In the last night of Cancun, the parties to the UNFCCC decided to set up a couple of workshops in order to better appreciate the implementation of the Convention. One of them, under the Long-term Cooperative Action (LCA) track is focused on mitigation targets of the developed countries.
As defined in 1992, the objective of the UNFCCC is to find an agreement that could limit the dangerous impacts of climate change on Humankind. Limiting this risk consequently implies to reduce the emissions of greenhouse gases responsible of this change. In the UNFCCC process, it is called “mitigation”.
Therefore, the workshop held this morning was focused on the mitigation efforts of the developed countries. Considering that I could not attend all the session, I only followed four presentations: Canada, the European Union (EU), Switzerland and the Alliance of the Small Island States (AOSIS).
Canada first explained that they are totally committed to limit the dangerous impacts of climate change, notably by investing 6 billions of dollars at the federal level in Carbon Capture and Storage and biofuels; two technologies that have not proved their environmental efficiency yet. And Canada recalled the delegates their commitment 17% by 2020, (but with 2005 as a reference year) less than their Kyoto commitment of 1997… In terms of efforts, they can – for sure – make it much better!
After, it was the European Union. They unfortunately look like the best scholars in a class of dunces. They could be better, more ambitious (notably by committing to 30% by 2020 instead of 20%) but at the moment, they are the leaders of these negotiations.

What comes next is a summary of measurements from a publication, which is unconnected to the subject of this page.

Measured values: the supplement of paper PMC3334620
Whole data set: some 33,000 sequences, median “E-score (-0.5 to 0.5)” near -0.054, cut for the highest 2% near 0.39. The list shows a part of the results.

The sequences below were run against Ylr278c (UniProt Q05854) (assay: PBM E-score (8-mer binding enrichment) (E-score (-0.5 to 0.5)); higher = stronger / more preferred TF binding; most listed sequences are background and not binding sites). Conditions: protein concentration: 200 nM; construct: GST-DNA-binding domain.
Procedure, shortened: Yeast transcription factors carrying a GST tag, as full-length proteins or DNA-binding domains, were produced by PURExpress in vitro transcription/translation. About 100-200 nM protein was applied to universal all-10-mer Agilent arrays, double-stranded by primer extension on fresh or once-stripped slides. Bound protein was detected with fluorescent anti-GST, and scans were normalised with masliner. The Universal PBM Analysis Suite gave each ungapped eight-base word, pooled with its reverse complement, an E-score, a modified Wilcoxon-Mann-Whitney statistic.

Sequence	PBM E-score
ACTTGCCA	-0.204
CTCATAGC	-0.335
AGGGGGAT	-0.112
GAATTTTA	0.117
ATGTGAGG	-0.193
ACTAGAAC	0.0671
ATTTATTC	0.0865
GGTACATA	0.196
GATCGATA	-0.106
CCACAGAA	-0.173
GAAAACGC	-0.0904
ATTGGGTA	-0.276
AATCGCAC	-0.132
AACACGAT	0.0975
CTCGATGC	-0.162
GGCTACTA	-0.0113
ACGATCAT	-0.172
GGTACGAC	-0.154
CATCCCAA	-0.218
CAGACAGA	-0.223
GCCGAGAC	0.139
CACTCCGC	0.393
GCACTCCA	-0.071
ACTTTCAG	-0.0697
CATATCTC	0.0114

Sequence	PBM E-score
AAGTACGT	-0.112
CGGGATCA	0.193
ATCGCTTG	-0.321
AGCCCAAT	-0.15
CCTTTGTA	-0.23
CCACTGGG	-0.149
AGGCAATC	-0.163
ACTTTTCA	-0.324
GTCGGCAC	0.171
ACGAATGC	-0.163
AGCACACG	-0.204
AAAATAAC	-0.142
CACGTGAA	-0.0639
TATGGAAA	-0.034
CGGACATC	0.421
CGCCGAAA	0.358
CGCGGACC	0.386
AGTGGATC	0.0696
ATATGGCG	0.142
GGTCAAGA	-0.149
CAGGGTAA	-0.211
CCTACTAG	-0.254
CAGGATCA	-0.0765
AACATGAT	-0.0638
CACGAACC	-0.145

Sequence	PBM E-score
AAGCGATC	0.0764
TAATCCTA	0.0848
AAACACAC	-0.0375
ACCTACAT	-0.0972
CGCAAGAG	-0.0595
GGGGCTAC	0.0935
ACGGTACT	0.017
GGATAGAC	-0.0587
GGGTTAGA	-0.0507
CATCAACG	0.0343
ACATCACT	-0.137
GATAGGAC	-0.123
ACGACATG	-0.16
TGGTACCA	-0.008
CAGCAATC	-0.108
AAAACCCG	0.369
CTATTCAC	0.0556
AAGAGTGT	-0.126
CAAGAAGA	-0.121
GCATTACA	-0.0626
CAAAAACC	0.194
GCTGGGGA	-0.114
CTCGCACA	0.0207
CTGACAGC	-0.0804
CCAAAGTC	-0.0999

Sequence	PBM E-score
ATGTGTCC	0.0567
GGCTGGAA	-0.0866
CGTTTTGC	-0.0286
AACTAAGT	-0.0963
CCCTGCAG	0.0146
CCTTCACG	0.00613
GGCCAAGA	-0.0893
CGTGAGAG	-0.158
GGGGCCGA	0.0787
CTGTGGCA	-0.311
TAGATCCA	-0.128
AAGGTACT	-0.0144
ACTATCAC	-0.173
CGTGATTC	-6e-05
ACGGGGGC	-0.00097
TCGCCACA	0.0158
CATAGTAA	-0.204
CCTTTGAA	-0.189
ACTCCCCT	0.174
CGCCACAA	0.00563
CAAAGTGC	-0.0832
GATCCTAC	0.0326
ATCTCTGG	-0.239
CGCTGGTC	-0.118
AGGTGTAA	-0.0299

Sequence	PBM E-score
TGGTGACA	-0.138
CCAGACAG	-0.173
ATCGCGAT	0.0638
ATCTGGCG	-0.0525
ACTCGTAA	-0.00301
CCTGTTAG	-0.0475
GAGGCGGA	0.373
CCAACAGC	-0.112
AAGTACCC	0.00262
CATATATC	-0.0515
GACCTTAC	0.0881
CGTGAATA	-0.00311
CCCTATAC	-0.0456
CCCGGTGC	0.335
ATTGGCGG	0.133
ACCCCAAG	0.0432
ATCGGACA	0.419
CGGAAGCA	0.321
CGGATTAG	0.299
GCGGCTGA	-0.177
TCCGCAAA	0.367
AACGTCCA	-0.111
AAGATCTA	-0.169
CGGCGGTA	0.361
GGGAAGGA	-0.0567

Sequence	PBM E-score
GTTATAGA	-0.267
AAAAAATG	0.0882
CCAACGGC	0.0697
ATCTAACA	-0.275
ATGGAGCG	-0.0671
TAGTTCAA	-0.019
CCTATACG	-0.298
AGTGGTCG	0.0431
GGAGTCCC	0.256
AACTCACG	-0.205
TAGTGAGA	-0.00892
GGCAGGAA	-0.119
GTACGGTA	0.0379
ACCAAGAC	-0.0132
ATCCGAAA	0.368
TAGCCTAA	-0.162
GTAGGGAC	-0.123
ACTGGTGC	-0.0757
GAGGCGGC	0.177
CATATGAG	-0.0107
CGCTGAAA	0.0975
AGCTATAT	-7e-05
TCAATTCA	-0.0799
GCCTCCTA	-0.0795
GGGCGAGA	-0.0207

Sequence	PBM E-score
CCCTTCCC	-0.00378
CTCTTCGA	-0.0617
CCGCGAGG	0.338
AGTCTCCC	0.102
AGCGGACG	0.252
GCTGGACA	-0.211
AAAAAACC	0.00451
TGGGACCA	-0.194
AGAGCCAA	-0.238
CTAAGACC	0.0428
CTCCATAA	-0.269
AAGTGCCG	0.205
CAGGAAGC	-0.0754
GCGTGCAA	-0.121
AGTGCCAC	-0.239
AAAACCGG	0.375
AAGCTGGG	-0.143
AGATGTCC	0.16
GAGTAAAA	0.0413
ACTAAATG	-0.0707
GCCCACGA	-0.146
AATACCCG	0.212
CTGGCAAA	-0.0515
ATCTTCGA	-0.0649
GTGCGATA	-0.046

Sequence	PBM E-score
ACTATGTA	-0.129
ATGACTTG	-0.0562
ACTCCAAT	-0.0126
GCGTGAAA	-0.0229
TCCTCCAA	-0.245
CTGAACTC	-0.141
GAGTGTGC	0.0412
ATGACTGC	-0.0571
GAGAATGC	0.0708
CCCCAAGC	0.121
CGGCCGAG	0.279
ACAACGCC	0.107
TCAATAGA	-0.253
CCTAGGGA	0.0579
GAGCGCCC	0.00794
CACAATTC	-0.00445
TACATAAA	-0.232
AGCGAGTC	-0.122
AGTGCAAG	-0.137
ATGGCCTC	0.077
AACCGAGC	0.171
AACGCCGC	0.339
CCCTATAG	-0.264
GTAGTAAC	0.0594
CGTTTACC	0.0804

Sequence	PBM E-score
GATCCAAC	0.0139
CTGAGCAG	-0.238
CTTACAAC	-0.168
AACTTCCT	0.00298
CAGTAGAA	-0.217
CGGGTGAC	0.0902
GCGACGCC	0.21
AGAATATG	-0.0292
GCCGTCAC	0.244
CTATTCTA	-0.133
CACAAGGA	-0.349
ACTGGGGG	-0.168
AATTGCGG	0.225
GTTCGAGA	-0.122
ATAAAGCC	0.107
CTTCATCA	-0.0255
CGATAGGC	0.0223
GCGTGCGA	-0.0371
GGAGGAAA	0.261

Then Switzerland talked. They have the same mitigation objective as the EU, -20% by 2020. In the talks, their position usually follows the European Union one. But instead of making the efforts at the national level by reducing the consumption of fossil fuels (for heating, transportation, industry and others) they have decided to off-set 80% of this reduction. In other words, their efforts will be extremely low and weak compared to what they could have done if they had decided to reduce their emissions only domestically. For a country that pretends being a leader, it is disappointing.
The last presenter was the Federated States of Micronesia on behalf of the Alliance Of the Small Island States. She presented many slides, but her first slide kept my attention. The presenter showed that during the last twenty years, the global emissions have steadily risen as the same rhythm as the sea level.
When we know that several island States of the Pacific, populations of deltas or coastal zones live in extremely low-lying areas, we are allowed to wonder if some developed countries, by their lack of seriousness and political will, are not playing with the number of persons who will have to flee in the next decades.